Hans Tutschku

take your time (art appreciation)

Take your time
4-hour workshop on observation and meaning



Observing a piece of art and developing access to its meaning will help students to broaden their world views and to engage with uncommon aspects and forms of communication. In our fast-paced world, we often don’t feel encouraged to take time with a difficult topic or object. Through an investigative observation of a quality piece of art students will learn to ask specific questions and to personally engage with it.


The workshop will be held at an Art Museum. I will select works from the current exhibition beforehand.
Each student will get one work assigned and needs to deeply engage with it. During one hour the work needs to be observed and students will answer questions in handwriting, respecting the order in which the questions are asked on the questionnaire. The use of computers, cell phones, and other mobile devices is not permitted.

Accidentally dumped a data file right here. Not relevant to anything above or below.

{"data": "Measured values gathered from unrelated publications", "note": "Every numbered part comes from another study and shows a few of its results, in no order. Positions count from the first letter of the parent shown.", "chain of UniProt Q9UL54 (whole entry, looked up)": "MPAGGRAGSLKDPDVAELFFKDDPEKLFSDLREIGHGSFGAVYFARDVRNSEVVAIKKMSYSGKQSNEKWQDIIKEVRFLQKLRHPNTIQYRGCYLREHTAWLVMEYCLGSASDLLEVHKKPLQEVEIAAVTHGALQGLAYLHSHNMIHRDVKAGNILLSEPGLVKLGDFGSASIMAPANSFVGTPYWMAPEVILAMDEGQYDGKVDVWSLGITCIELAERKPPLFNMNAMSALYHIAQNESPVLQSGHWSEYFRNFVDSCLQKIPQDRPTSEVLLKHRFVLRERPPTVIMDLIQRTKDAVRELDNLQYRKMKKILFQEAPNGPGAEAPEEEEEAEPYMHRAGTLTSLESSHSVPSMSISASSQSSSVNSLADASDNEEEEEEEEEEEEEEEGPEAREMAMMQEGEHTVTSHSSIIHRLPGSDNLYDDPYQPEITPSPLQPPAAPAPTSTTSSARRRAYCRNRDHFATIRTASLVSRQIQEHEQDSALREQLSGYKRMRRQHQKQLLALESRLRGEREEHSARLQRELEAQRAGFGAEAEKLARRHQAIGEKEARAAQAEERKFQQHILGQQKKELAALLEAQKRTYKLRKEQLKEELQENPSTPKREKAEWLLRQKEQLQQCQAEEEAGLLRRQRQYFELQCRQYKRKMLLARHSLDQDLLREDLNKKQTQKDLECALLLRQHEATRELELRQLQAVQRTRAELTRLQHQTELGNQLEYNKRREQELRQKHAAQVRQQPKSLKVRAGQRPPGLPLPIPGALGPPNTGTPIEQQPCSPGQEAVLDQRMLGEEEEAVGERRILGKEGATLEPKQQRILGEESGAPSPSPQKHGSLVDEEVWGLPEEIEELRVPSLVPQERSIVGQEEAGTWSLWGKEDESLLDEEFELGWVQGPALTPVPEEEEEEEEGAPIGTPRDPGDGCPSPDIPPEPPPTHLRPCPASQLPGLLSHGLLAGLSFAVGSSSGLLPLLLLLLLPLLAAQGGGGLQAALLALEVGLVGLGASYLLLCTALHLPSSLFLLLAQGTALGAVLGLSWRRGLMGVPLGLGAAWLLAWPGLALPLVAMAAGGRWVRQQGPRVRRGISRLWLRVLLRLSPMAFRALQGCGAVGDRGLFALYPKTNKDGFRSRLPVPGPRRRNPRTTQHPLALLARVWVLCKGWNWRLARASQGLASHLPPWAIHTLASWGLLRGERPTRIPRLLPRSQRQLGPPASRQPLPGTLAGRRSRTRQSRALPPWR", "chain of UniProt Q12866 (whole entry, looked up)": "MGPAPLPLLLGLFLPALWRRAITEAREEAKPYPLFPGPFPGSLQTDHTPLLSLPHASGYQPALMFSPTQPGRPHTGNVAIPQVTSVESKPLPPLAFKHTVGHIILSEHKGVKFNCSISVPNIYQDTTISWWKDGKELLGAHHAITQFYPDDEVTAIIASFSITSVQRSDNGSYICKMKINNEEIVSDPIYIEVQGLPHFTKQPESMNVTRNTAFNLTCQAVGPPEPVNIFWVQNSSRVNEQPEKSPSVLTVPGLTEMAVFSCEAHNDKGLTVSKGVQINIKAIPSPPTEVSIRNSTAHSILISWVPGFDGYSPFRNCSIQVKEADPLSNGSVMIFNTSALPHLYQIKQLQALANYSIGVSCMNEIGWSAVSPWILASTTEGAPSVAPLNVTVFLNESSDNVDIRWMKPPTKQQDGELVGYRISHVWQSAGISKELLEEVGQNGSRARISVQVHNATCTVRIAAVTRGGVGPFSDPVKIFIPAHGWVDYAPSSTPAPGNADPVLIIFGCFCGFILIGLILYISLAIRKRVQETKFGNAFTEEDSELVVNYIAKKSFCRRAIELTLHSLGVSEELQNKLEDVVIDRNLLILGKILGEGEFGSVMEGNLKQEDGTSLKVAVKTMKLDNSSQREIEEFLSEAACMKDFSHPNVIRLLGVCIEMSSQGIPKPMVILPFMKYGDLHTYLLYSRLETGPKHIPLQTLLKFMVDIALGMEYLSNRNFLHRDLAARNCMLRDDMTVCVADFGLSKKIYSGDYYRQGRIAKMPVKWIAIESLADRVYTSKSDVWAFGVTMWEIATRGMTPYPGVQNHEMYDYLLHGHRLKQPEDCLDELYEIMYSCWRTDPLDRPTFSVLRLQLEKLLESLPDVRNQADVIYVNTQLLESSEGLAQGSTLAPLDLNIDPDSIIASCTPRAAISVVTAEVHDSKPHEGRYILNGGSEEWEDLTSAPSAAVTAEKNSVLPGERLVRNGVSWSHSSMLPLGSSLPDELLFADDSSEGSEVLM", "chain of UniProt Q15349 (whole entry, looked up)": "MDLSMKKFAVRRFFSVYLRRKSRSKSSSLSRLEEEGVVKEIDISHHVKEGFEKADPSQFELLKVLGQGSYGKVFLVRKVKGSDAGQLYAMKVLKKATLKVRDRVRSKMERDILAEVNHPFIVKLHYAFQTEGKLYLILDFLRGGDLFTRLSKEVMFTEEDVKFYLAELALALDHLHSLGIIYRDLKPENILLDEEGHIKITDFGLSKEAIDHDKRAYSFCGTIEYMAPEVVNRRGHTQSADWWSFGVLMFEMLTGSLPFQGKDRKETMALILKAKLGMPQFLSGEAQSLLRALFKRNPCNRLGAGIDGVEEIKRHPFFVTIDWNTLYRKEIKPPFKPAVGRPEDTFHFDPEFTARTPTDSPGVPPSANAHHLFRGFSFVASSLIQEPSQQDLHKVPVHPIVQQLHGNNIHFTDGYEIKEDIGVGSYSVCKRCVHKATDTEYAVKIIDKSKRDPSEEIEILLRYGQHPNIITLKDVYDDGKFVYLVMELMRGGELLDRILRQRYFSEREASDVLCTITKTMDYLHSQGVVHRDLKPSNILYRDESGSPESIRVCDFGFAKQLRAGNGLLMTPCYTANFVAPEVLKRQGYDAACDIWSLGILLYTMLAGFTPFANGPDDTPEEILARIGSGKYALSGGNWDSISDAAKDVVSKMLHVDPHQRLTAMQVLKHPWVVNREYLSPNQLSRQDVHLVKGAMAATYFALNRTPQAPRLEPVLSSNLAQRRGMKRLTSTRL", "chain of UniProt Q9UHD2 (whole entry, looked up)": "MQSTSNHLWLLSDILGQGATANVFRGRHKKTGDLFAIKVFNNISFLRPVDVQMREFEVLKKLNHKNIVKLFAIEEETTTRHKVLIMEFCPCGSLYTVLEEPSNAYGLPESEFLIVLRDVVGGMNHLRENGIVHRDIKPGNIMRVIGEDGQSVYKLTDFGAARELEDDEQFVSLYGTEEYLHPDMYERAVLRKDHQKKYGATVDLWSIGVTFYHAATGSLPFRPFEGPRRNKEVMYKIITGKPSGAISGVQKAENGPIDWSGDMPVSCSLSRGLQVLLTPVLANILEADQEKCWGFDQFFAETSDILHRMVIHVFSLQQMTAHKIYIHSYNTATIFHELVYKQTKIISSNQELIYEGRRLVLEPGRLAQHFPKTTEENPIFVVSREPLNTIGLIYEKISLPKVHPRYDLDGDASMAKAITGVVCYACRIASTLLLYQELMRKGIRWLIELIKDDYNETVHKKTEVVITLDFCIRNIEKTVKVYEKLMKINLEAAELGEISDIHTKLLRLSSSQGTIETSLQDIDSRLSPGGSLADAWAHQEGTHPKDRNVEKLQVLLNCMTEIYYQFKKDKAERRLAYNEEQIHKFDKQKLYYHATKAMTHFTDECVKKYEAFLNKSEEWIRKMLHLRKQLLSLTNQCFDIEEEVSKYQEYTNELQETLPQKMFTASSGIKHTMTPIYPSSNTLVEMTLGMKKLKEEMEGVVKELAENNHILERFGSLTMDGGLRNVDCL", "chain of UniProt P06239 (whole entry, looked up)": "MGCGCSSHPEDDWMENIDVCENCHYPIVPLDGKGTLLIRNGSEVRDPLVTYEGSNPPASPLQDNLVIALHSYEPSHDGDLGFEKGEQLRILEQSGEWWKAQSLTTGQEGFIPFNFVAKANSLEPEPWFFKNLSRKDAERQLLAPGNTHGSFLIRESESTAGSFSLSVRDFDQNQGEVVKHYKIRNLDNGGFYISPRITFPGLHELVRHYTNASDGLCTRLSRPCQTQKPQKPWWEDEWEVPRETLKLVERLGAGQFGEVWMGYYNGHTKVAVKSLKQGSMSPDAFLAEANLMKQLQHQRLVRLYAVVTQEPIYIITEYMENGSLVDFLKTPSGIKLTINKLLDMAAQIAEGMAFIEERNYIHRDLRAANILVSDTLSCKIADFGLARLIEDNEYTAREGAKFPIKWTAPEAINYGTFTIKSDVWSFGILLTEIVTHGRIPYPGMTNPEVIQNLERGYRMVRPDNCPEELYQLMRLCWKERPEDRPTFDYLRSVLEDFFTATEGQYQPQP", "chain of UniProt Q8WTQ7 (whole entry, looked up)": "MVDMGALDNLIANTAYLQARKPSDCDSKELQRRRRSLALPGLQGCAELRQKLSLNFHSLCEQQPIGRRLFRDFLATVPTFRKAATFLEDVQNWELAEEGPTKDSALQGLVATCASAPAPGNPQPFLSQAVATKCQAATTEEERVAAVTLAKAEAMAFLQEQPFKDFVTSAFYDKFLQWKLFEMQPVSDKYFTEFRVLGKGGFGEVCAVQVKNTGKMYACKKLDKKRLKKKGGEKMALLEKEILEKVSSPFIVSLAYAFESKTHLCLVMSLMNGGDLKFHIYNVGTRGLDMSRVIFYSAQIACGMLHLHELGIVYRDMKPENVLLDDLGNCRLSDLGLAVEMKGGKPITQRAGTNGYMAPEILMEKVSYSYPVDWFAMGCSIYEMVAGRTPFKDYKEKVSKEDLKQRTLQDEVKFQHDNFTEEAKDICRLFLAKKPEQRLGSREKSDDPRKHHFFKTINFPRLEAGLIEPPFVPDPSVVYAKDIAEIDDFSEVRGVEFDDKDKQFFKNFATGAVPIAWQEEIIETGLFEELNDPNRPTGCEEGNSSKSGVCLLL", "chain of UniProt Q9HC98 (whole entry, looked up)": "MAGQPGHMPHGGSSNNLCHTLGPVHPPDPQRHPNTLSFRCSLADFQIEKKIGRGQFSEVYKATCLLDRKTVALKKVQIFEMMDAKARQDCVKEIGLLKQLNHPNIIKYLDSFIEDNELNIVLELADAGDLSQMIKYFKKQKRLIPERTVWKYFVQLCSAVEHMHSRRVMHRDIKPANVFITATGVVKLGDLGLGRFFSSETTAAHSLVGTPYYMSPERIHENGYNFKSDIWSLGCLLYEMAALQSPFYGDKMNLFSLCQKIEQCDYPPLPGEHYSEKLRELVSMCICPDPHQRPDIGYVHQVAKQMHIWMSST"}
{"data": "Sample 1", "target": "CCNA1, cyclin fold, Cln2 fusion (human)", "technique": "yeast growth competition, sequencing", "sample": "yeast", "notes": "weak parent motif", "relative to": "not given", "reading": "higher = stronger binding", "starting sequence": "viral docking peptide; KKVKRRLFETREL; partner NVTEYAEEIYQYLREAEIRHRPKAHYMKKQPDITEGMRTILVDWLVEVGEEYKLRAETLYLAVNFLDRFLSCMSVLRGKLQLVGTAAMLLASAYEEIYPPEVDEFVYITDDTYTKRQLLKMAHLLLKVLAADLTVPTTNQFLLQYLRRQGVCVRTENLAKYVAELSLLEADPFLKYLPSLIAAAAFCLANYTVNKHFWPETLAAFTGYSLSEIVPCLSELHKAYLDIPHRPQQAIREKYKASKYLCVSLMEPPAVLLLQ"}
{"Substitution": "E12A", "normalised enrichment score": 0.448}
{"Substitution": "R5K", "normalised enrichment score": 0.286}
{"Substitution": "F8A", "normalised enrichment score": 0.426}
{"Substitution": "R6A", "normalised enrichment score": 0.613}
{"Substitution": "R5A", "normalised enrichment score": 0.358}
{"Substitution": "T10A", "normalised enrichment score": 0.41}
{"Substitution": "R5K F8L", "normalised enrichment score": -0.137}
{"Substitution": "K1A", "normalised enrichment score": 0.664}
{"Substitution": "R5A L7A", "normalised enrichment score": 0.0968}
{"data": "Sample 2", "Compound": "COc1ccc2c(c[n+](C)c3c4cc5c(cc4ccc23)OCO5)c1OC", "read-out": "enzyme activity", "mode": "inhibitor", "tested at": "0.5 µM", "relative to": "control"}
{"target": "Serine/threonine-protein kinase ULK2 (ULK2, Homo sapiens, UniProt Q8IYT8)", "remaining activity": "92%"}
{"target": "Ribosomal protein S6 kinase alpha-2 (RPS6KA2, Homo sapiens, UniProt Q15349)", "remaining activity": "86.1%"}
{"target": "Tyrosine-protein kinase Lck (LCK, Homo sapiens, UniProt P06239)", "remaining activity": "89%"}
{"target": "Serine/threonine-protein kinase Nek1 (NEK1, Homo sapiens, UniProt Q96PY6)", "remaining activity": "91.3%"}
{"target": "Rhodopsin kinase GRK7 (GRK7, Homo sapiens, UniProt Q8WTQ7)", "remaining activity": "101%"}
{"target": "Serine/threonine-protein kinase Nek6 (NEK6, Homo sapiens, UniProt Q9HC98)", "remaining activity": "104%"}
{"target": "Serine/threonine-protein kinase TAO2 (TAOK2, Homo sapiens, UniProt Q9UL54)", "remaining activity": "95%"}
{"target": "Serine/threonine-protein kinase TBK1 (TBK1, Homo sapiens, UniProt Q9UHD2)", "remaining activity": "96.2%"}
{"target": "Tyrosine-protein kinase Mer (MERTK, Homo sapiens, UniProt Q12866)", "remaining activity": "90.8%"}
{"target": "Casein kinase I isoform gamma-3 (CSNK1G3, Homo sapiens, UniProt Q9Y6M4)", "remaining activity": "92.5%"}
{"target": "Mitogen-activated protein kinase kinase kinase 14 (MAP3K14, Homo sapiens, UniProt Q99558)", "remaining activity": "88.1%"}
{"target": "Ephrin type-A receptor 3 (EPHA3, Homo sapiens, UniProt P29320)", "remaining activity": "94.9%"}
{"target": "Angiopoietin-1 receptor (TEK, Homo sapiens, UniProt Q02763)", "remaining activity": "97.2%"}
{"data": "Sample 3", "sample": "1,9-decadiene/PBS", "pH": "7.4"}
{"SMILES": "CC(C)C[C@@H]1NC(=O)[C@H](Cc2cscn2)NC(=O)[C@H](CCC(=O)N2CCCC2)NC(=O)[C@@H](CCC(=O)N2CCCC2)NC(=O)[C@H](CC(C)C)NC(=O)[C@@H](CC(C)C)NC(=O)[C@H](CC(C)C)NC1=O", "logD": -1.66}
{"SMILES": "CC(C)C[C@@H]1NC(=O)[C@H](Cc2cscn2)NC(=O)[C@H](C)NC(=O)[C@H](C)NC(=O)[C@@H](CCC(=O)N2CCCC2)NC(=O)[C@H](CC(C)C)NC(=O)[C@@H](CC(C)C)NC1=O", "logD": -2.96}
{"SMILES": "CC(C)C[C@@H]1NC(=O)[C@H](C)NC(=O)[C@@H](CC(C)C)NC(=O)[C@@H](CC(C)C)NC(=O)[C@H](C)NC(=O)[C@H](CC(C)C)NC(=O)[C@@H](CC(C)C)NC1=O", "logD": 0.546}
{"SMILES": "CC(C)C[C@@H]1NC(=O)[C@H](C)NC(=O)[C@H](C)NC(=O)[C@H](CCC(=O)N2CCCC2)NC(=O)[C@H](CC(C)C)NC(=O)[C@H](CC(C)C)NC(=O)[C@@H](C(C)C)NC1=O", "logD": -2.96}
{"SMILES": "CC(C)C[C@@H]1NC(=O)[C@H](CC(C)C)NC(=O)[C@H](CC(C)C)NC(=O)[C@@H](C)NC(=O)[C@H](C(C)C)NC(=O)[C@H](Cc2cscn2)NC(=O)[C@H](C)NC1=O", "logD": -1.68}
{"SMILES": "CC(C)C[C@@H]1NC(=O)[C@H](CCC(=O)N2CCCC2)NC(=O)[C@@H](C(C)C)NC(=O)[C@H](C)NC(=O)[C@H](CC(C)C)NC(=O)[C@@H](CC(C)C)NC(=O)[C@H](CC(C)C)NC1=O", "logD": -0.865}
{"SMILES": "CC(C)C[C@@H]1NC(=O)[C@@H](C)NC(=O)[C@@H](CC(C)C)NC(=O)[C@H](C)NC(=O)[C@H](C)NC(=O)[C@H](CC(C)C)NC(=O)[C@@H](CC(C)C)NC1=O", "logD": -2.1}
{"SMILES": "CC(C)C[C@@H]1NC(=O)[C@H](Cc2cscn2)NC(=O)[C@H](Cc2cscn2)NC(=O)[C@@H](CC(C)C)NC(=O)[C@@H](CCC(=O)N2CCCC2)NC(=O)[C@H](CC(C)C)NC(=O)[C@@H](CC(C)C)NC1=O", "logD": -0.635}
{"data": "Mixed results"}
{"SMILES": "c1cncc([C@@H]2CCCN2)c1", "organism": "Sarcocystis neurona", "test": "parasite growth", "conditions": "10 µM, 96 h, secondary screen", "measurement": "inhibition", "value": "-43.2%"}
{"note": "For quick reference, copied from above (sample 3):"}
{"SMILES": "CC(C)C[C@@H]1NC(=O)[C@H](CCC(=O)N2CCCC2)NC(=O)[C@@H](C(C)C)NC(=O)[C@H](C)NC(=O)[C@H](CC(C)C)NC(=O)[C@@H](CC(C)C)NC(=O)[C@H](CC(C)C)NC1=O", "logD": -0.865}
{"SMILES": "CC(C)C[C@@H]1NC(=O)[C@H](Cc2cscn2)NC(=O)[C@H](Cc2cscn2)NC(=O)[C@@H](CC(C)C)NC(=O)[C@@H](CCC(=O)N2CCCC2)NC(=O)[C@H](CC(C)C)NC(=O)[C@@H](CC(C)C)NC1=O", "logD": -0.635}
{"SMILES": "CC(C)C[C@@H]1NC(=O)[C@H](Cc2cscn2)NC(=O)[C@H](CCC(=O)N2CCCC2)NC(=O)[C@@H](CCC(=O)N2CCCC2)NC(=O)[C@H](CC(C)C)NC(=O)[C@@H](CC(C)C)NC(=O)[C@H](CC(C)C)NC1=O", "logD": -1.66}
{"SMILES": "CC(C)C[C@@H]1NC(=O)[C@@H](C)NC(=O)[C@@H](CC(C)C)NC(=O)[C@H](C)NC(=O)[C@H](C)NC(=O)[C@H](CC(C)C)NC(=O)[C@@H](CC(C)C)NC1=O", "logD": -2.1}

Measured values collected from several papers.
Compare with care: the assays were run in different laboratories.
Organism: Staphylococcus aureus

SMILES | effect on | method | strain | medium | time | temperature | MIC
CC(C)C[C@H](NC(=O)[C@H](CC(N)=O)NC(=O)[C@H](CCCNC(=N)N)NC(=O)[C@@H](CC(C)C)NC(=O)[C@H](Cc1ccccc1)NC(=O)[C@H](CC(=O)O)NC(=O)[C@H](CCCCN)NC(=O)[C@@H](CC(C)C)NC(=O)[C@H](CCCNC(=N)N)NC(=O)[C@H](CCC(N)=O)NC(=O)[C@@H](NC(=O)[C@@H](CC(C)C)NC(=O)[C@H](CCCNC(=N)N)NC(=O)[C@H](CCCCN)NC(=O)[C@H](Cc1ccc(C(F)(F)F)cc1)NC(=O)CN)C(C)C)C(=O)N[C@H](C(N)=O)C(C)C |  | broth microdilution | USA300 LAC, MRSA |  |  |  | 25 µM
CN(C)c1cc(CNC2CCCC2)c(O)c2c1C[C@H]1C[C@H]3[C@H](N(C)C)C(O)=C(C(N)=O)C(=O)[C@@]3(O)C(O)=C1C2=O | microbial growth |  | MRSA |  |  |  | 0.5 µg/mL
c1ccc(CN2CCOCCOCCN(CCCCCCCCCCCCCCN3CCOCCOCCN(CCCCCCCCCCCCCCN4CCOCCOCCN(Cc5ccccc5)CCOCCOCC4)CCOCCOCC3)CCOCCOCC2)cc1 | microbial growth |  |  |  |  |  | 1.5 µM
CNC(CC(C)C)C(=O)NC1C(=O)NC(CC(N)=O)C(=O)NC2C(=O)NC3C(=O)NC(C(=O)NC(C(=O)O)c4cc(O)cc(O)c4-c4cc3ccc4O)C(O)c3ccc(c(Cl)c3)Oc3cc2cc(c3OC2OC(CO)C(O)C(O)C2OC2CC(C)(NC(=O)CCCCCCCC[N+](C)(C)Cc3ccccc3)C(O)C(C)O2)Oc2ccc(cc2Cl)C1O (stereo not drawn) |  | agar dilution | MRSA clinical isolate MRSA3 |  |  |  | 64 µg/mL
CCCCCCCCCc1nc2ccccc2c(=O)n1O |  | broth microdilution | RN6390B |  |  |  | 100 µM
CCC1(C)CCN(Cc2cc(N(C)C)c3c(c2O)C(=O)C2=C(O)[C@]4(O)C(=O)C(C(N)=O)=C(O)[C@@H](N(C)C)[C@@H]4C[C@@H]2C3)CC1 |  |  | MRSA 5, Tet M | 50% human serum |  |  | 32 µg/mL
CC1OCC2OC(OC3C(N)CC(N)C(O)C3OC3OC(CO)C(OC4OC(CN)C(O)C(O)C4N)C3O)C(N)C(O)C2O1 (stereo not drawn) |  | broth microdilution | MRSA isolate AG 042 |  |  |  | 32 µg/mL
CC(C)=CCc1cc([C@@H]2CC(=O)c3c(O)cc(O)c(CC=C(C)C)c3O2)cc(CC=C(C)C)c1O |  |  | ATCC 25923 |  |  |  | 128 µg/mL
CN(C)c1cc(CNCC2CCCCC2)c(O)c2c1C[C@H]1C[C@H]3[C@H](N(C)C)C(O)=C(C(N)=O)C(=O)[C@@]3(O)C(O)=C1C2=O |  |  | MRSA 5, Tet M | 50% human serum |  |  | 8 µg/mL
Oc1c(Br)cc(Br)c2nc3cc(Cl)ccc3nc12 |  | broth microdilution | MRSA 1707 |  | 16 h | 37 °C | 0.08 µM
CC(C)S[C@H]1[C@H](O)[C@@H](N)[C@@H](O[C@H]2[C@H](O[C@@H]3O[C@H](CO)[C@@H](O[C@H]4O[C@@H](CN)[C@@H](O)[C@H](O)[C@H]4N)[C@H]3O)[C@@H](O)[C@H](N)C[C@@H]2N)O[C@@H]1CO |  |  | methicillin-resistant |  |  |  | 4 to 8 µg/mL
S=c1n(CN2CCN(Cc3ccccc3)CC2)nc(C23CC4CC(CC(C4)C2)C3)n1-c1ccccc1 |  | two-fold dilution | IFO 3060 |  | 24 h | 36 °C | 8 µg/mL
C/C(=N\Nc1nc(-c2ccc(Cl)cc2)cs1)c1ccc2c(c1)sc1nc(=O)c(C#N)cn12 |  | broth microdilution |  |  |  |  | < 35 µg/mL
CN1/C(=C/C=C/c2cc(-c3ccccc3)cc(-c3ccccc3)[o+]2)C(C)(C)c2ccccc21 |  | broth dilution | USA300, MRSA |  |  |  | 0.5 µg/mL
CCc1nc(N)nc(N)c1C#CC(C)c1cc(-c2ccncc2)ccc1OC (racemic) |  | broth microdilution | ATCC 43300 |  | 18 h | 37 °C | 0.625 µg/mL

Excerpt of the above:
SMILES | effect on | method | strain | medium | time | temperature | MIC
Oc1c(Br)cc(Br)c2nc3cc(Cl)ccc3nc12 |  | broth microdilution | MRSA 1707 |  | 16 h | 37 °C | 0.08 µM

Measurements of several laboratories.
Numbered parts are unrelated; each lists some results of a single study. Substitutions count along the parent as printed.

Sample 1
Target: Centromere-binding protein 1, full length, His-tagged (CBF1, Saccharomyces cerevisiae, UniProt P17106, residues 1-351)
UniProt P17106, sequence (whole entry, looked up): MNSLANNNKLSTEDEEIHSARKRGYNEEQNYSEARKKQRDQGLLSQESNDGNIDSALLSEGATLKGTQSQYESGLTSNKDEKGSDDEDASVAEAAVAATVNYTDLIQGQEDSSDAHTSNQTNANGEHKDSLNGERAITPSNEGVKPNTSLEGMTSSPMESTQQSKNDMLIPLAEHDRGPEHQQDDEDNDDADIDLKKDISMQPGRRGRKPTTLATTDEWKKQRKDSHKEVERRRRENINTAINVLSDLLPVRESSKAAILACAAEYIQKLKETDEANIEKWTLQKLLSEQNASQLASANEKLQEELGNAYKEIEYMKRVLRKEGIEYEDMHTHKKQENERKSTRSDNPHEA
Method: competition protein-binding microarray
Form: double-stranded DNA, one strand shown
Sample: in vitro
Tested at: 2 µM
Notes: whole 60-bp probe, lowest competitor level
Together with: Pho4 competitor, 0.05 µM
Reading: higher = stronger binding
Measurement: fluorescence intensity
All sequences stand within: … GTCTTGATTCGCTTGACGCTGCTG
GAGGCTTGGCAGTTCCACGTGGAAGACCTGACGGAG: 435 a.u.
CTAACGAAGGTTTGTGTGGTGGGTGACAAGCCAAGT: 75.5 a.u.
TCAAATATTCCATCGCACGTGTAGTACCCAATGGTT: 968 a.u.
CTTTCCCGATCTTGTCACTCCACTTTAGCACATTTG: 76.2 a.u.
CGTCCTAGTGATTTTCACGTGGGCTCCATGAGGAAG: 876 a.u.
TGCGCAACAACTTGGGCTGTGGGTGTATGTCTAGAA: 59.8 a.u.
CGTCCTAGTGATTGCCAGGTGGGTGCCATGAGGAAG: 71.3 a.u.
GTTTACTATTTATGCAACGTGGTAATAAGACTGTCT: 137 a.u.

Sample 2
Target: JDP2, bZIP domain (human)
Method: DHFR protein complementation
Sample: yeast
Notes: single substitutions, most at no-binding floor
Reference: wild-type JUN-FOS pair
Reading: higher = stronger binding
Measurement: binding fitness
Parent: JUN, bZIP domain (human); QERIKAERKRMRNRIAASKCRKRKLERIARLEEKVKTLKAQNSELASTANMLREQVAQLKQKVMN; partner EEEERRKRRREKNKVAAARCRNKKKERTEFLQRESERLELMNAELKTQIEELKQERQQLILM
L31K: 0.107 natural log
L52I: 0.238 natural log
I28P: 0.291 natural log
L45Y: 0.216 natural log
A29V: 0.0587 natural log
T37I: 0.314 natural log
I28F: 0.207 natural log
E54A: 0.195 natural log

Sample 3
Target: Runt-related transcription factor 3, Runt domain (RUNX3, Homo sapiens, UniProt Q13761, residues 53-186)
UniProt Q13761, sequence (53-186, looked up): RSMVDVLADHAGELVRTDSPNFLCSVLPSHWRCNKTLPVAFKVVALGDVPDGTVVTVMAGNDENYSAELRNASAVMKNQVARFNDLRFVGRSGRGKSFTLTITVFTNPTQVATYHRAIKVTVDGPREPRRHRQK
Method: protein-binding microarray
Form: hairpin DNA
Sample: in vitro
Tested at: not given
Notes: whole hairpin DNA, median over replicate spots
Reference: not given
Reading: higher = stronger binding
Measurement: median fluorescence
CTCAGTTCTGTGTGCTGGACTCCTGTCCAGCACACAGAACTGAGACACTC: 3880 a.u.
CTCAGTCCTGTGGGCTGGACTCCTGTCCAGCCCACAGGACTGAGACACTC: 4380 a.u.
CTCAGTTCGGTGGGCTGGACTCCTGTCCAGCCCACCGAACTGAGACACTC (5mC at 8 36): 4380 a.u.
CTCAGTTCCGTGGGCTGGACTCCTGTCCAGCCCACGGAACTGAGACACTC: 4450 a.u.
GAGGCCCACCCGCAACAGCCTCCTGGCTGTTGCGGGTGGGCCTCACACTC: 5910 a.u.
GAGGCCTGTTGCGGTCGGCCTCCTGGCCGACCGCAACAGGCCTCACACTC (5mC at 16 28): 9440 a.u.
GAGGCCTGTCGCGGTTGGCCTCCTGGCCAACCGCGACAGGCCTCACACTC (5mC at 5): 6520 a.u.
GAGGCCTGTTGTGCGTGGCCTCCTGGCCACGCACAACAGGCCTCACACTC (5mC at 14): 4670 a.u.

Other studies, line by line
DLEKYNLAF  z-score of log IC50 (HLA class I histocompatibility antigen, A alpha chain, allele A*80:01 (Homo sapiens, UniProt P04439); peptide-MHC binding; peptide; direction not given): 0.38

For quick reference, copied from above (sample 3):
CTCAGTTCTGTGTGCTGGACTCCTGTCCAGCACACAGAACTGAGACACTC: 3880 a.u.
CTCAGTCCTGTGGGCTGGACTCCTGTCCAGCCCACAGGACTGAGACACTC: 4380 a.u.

All students need to bring a notebook and a pen.



First hour
Take about 50 minutes to complete the first section of questions in the order they appear.
If you have still time, go back to earlier questions and refine your answers.
For the last 10 minutes, each student receives two additional questions to be answered.

Second hour
The group will tour every of the selected works. Each student will take 3 minutes in front of hher artwork and talk about the aspect she is most interested in.

Third hour
We will revisit one or two of the selected works and collectively discuss the following aspects:
– foreground – background – or the lack thereof
– contrast
– proportion and weight
– the focal point(s) and how our eyes are directed while observing the piece
– the dominating emotions this piece evoke

Fourth hour
The last hour is reserved for discussion.
Each student will write one question on a piece of paper and we will try to get to discuss all of them.


– Learn how to approach an unfamiliar piece of art.
– Understand how to develop questions, which help to approach the unknown, avoiding a quick judgment.
– Relate to something unknown in a personal way, drawing from your own experiences and expectations.

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